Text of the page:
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Update on response to Myrtle rust - 15 September 2010
- Communique: Myrtle rust
15 September 2010
Update on response to Myrtle rust
The Myrtle rust National Management Group (NMG) met on 13 September 2010 to discuss the management actions underway for Myrtle rust (Uredo rangelii).
Myrtle rust was first detected in Australia in April 2010 at a cut flower growing facility on the central coast of New South Wales. Quarantine controls and treatment measures on infected properties are continuing. Recent indications suggest that the rust may have been in Australia for at least a year. The source and origin of myrtle rust is unknown and may never be known.
To date, there has been no detection of the disease on Eucalyptus and other species of Myrtaceae in surrounding native forests.
Myrtle rust has now been confirmed on thirty two sites in New South Wales, concentrated in the Gosford/Wyong area and the Sydney basin with some trace forwards along the mid north coast and south to Nowra. The disease is currently affecting ten Myrtaceae species including willow myrtle, turpentine, tea tree, lilly pilly, water gum, bottle brush and Austromyrtus. With the exception of a single tree in a backyard and others at a TAFE college, the infected sites are retail garden centres, wholesale nurseries and cut flower facilities.
The new sites have been detected through tracing the movement of plants to and from infected properties and intensified surveillance under the interim response plan endorsed by the Myrtle rust NMG. At its meeting of 13 September 2010, the NMG noted the increased number of detections and agreed that response actions should continue as Myrtle rust remains largely contained within commercial properties and to date has not been found in any native forest or bushland.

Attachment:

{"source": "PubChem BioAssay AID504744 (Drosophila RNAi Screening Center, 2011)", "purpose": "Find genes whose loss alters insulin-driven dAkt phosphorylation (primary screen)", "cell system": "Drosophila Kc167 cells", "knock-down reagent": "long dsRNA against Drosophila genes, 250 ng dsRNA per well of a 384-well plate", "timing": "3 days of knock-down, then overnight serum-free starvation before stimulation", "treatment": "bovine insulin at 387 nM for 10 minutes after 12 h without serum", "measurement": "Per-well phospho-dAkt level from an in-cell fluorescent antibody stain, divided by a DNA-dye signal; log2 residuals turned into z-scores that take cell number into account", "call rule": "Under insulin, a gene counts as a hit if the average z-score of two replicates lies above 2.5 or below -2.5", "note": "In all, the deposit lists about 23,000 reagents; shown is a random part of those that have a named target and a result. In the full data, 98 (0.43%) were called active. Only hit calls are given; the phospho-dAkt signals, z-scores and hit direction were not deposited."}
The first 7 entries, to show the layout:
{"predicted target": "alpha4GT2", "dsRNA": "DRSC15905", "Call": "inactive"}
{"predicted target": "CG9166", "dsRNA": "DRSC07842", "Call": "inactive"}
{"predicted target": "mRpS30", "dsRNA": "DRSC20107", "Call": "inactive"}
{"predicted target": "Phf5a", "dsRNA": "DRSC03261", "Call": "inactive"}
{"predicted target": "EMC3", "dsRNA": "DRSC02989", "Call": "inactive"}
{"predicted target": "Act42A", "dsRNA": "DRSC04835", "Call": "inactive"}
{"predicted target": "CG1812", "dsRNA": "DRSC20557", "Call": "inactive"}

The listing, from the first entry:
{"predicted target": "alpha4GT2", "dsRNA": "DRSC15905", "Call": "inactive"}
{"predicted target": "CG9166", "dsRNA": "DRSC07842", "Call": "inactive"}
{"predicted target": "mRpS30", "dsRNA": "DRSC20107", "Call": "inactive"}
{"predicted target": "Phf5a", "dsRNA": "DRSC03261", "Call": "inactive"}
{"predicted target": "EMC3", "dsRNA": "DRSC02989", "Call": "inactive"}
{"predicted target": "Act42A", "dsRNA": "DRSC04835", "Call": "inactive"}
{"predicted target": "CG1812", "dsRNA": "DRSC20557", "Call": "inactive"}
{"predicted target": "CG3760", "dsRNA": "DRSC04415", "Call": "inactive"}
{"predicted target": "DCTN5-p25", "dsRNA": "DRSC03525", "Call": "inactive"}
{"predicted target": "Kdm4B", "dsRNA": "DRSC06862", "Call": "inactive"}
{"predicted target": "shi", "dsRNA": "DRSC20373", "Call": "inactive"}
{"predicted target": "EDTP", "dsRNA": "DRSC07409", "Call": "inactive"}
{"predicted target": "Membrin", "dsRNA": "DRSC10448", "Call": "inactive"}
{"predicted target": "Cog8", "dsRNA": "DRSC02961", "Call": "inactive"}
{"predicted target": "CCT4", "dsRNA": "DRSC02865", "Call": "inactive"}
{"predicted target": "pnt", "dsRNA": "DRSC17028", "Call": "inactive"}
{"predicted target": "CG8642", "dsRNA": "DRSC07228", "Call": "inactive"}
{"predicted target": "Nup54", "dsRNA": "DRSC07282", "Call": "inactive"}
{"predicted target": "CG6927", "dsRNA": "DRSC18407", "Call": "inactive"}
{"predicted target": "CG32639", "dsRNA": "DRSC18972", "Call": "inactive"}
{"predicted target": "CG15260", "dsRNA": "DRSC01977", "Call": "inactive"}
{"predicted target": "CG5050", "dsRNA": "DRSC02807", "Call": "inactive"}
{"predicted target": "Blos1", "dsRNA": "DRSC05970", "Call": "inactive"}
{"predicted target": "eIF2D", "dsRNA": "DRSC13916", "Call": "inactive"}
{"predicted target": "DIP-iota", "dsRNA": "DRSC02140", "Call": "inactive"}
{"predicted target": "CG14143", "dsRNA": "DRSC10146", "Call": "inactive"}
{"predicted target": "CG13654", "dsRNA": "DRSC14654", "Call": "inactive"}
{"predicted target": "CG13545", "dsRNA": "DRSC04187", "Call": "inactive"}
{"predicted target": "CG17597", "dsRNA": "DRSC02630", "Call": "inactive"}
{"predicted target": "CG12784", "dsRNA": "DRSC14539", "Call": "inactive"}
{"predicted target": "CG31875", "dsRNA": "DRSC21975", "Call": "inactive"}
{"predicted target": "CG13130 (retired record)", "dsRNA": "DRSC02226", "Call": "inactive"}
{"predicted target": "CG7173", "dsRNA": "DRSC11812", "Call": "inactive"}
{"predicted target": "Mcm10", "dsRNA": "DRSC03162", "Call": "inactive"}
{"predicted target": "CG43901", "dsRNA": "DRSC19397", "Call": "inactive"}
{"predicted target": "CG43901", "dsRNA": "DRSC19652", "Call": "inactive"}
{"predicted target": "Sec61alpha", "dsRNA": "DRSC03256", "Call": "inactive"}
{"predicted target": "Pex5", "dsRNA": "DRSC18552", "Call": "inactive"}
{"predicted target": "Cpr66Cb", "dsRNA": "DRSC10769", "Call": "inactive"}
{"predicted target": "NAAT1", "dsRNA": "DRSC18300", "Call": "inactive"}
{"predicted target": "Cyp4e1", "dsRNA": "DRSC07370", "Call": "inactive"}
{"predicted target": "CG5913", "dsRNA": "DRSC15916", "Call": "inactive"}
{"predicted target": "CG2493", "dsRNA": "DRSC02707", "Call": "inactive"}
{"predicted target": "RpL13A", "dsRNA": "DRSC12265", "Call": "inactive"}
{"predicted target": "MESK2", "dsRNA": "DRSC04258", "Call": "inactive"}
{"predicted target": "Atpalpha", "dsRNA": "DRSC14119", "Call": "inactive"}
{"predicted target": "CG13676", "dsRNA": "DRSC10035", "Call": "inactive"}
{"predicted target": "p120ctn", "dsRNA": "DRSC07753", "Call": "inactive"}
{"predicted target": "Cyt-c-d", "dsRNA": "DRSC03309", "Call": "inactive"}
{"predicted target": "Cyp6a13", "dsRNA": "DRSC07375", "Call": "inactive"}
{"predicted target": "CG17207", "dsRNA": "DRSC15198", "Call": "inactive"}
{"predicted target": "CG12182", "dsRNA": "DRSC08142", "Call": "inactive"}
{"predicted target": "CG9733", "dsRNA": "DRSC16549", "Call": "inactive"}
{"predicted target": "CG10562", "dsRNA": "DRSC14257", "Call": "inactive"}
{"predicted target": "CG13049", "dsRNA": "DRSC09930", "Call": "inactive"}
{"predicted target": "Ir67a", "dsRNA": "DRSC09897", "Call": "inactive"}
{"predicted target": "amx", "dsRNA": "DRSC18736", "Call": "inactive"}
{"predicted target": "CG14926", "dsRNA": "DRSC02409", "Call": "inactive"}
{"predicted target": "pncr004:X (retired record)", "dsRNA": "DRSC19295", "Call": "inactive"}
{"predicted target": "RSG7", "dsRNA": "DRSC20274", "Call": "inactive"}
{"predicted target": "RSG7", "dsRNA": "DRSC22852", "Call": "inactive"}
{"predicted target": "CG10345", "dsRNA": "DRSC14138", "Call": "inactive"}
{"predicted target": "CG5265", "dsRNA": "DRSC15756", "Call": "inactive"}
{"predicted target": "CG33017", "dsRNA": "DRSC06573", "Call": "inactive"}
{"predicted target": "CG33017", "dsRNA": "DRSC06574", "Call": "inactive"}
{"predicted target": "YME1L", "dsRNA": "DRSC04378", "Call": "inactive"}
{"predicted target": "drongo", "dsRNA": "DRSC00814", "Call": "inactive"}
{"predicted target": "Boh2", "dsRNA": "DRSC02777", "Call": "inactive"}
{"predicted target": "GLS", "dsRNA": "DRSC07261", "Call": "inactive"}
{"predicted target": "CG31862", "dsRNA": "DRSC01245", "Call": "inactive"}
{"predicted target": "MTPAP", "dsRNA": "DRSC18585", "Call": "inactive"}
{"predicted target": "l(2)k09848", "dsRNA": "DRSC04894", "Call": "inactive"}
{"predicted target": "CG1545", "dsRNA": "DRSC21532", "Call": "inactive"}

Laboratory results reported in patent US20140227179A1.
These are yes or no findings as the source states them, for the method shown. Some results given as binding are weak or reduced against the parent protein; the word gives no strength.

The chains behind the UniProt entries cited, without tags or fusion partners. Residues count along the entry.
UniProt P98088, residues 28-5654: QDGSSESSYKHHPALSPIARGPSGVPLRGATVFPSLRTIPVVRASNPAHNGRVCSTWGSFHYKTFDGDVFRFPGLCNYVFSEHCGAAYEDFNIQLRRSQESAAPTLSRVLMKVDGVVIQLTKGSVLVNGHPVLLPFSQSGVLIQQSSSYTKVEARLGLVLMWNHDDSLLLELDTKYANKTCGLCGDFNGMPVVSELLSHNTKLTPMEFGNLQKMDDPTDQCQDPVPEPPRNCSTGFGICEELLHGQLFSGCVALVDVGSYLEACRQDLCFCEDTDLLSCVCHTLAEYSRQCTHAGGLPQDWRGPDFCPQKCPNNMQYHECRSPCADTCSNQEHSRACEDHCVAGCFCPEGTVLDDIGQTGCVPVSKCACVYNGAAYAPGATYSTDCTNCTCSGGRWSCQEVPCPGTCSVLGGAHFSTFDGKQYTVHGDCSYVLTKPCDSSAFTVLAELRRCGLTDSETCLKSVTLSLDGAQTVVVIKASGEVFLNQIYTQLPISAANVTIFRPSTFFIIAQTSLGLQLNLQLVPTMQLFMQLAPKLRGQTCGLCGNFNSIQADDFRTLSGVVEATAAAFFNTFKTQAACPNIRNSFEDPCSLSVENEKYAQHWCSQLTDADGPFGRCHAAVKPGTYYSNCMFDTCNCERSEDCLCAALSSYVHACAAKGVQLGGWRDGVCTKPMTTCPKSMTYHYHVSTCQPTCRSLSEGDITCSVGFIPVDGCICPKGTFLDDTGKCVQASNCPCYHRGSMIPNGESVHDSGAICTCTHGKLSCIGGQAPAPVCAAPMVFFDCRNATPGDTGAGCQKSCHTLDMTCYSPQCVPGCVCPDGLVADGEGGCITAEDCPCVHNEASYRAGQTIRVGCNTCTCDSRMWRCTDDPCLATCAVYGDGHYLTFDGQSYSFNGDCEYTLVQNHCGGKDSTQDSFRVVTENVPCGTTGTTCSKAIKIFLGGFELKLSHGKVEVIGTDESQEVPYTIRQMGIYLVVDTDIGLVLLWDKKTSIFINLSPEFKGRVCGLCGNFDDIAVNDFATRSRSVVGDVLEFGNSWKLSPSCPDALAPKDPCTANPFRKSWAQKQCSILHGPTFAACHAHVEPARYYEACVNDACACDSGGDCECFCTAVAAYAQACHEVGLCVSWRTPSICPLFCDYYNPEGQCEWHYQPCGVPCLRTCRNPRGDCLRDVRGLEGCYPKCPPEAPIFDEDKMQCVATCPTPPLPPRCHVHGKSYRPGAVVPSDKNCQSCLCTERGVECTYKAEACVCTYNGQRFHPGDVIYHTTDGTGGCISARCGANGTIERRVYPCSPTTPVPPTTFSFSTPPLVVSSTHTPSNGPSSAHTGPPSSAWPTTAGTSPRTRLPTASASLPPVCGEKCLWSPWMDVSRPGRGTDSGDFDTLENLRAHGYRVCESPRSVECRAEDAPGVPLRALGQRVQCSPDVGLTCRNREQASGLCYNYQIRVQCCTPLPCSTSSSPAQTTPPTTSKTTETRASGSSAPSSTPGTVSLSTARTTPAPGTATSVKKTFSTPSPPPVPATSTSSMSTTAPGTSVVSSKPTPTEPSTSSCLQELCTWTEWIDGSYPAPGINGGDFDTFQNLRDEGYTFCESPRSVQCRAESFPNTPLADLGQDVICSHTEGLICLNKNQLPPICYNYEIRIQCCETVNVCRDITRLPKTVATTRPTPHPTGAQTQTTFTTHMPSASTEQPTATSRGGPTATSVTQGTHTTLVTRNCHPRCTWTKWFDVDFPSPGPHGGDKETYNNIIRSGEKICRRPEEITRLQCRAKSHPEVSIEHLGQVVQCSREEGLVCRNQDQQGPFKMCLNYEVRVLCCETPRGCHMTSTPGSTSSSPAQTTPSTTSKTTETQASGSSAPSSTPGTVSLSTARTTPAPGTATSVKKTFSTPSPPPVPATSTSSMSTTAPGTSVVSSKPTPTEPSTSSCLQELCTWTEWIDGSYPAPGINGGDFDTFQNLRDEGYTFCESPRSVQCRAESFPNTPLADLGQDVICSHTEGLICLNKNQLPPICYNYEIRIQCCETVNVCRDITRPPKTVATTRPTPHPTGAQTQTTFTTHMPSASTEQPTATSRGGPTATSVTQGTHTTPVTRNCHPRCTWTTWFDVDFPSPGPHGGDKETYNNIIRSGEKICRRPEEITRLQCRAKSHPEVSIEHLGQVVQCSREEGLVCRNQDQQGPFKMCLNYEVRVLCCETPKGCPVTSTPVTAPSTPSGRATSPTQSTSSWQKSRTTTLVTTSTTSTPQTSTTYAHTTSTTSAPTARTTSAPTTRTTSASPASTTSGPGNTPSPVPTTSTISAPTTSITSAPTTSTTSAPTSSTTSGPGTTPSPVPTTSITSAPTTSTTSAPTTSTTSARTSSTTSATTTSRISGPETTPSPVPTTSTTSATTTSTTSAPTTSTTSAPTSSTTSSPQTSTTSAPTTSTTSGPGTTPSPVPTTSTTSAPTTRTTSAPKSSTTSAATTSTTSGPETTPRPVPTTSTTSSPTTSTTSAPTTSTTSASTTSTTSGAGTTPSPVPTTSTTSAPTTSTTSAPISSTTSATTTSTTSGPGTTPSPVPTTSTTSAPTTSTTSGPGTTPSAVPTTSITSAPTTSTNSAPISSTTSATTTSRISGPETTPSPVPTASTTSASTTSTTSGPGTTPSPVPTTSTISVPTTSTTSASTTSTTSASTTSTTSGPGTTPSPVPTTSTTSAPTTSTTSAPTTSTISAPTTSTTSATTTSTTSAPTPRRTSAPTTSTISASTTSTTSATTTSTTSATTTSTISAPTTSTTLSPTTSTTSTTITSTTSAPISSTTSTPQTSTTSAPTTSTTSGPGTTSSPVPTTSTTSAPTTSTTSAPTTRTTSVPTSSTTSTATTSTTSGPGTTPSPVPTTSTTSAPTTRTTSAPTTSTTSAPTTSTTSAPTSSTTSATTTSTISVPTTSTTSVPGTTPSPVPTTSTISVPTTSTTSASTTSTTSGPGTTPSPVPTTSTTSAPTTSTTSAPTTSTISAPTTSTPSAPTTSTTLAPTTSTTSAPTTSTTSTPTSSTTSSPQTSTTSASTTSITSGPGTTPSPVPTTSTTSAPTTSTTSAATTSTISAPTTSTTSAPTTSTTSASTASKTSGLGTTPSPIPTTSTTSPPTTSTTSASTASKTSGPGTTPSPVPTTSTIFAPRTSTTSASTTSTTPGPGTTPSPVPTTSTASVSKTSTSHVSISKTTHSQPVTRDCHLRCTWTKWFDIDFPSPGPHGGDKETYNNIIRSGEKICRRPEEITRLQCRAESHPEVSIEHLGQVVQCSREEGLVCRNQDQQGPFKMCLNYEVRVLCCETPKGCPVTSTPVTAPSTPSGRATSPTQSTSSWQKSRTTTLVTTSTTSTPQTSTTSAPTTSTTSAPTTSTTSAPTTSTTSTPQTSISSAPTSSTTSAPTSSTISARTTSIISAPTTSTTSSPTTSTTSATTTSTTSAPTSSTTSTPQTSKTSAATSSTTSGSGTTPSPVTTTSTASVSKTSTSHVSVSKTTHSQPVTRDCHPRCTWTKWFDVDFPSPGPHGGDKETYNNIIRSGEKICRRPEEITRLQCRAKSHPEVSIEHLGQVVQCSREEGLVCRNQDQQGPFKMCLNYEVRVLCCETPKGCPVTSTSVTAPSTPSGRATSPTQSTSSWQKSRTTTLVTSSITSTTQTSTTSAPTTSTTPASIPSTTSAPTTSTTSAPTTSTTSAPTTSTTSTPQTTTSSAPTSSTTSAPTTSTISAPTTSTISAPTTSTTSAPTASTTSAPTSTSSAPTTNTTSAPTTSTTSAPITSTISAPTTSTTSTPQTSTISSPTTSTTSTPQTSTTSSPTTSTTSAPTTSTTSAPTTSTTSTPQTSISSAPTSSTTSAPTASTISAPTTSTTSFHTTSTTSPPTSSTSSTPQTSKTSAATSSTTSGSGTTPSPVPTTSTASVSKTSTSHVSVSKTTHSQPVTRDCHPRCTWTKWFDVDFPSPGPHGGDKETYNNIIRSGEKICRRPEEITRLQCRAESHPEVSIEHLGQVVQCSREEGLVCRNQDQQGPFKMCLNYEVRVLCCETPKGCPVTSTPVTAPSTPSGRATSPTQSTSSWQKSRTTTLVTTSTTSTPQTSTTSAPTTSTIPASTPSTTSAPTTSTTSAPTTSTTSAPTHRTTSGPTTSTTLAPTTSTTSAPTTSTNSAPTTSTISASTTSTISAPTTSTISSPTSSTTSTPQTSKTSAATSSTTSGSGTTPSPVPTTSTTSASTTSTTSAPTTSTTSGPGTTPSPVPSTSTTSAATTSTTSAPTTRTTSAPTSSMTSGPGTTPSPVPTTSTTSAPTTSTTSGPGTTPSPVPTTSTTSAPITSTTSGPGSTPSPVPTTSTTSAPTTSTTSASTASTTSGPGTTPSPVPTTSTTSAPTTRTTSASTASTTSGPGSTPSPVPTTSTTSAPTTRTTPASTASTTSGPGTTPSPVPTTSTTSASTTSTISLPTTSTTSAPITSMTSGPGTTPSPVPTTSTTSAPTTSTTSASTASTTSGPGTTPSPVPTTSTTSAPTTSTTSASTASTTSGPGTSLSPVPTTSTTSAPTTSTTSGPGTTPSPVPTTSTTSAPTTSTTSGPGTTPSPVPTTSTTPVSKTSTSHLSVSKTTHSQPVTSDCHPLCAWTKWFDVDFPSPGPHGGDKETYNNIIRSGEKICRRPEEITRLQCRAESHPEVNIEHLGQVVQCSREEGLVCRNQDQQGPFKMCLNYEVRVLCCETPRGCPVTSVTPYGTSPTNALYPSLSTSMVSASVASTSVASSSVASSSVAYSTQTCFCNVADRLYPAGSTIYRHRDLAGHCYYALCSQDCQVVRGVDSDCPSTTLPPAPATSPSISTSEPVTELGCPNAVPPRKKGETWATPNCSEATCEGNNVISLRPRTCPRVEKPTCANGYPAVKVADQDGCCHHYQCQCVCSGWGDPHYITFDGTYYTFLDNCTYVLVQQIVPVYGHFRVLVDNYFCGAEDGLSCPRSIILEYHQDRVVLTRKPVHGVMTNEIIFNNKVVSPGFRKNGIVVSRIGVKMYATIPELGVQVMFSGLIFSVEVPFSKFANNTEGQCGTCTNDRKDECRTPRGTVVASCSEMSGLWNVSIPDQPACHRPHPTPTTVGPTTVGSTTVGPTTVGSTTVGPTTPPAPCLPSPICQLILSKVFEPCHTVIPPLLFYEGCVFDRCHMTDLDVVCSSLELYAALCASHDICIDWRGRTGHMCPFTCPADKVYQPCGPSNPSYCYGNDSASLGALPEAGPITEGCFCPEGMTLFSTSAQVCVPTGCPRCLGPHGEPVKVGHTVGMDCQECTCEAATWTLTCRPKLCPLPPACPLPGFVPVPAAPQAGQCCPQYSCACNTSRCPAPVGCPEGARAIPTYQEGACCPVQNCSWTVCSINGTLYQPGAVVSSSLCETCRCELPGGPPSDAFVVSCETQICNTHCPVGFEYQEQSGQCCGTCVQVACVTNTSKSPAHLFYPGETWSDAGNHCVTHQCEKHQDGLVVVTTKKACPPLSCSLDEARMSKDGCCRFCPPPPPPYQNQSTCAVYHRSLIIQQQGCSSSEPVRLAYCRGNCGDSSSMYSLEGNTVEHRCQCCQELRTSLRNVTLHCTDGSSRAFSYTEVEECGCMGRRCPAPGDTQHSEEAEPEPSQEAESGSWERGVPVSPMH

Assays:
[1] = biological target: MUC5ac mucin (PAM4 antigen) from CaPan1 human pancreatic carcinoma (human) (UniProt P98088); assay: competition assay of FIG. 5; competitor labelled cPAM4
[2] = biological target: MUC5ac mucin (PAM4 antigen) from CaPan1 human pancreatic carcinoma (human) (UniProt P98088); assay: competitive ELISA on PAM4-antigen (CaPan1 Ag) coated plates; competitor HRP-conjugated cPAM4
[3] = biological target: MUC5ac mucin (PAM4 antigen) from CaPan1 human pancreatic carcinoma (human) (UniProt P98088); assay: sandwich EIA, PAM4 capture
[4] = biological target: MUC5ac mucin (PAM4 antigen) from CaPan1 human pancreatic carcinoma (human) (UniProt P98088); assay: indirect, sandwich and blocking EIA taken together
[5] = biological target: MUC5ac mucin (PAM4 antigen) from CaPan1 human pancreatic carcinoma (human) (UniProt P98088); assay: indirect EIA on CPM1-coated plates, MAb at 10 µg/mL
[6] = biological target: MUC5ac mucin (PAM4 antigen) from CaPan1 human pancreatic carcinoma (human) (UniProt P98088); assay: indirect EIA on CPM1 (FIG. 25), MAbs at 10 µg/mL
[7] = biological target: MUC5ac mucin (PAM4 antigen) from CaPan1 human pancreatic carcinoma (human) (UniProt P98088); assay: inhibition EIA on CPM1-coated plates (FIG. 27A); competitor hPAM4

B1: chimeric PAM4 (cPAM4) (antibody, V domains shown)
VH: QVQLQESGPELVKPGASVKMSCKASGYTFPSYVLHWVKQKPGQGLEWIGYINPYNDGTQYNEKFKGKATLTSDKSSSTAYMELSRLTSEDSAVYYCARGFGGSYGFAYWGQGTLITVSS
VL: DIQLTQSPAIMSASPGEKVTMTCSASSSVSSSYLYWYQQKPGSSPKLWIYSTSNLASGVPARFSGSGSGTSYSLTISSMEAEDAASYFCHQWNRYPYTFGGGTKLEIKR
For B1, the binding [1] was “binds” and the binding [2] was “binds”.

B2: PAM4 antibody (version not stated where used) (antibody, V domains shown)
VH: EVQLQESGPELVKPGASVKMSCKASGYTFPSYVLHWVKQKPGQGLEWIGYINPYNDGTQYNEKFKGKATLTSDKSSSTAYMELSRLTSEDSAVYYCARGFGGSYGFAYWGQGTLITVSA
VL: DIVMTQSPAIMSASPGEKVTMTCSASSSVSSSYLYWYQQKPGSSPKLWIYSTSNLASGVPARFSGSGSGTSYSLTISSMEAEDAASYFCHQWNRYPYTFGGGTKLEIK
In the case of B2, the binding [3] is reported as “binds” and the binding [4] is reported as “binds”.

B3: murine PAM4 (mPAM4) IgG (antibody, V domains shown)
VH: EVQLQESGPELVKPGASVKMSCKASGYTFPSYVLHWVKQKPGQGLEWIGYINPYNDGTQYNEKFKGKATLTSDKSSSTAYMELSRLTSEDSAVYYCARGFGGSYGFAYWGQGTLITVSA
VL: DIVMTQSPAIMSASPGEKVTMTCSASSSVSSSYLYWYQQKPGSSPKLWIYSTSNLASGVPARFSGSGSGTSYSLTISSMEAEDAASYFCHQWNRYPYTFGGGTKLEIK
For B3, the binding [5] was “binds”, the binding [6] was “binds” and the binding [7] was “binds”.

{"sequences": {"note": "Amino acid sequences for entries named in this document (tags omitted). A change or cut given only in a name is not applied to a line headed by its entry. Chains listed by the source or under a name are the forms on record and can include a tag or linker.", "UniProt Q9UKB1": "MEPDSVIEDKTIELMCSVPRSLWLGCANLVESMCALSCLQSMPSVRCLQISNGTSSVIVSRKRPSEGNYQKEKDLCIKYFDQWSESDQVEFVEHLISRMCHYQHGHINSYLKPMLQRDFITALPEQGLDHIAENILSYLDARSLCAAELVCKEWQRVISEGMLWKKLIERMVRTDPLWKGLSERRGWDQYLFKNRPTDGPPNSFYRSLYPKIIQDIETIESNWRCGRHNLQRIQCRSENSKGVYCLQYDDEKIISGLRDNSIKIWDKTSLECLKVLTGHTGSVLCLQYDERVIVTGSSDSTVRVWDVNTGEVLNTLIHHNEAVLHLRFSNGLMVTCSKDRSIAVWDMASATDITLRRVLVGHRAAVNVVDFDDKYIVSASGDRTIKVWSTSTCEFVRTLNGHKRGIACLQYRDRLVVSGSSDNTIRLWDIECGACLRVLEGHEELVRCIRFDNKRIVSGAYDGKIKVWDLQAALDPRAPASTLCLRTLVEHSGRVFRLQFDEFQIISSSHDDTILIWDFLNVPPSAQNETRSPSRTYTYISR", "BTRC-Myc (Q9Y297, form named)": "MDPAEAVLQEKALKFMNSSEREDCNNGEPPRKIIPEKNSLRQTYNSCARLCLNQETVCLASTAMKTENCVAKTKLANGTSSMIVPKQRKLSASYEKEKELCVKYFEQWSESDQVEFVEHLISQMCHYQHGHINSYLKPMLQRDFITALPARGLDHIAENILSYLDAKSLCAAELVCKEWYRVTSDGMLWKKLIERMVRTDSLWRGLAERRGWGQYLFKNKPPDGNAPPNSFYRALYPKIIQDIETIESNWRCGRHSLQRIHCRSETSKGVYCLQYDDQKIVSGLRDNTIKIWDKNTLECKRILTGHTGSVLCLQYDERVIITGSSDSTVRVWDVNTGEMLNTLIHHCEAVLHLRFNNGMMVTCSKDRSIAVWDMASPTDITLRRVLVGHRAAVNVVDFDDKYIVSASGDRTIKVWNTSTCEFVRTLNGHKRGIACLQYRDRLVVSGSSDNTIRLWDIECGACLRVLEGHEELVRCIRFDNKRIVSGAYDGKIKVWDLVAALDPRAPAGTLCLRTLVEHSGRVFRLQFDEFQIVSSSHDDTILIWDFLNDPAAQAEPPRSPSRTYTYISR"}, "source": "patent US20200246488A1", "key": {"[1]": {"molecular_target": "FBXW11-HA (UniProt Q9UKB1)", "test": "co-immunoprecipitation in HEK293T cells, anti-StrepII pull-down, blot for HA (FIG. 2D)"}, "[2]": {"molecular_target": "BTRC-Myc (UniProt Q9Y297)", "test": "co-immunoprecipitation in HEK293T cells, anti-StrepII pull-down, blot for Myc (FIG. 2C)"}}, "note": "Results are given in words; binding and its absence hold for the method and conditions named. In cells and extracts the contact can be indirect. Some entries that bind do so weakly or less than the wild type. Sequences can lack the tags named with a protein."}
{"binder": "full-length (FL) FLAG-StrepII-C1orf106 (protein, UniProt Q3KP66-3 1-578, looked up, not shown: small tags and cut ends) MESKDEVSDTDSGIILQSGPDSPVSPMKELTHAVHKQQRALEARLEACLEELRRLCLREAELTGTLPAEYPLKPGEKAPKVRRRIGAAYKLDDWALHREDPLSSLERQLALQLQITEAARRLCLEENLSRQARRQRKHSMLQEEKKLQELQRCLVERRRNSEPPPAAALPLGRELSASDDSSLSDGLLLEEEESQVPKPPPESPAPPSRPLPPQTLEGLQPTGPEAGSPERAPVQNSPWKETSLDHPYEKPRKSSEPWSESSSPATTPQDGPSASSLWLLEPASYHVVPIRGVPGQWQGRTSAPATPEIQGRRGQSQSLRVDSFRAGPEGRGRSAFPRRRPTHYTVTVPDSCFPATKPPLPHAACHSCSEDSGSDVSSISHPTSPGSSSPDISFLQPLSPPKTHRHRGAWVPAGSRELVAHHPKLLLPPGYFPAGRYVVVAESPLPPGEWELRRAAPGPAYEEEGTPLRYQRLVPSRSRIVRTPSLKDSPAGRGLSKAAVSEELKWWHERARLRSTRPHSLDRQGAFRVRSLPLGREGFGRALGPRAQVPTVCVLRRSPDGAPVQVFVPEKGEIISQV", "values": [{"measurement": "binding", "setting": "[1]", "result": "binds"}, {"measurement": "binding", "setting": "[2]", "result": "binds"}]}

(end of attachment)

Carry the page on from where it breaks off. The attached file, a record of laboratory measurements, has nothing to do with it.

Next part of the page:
Host testing under controlled conditions has shown a wider range of Myrtaceae species may be susceptible to the disease. This testing has been under laboratory conditions rather than field trials and may not reflect susceptibility in natural ecosystems. This work is also continuing.
While every effort is being made to suppress the disease, the NMG recognises that with each new detection, eradication of the disease becomes increasingly difficult. Warmer spring weather conditions and actively growing host plants will be key factors in determining whether the fungus is suppressed and if it can be effectively contained and eradicated.
Activities to manage Myrtle rust are being implemented under the Emergency Plant Pest Response Deed (EPPRD) - a legally binding agreement between the Australian Government, all state and territory governments, national plant industry Deed signatories and Plant Health Australia.
The Myrtle rust NMG is comprised of the chief executive officers of the national and state/territory departments of agriculture and primary industries across Australia, representatives of peak industry bodies and Plant Health Australia. The group is chaired by the Secretary of the Australian Government Department of Agriculture, Fisheries and Forestry, Dr Conall O’Connell.
Further advice on Myrtle rust and actions to suppress it can be found in these questions and answers and on the website of the NSW Department of Industry and Investment.
26 Oct 2010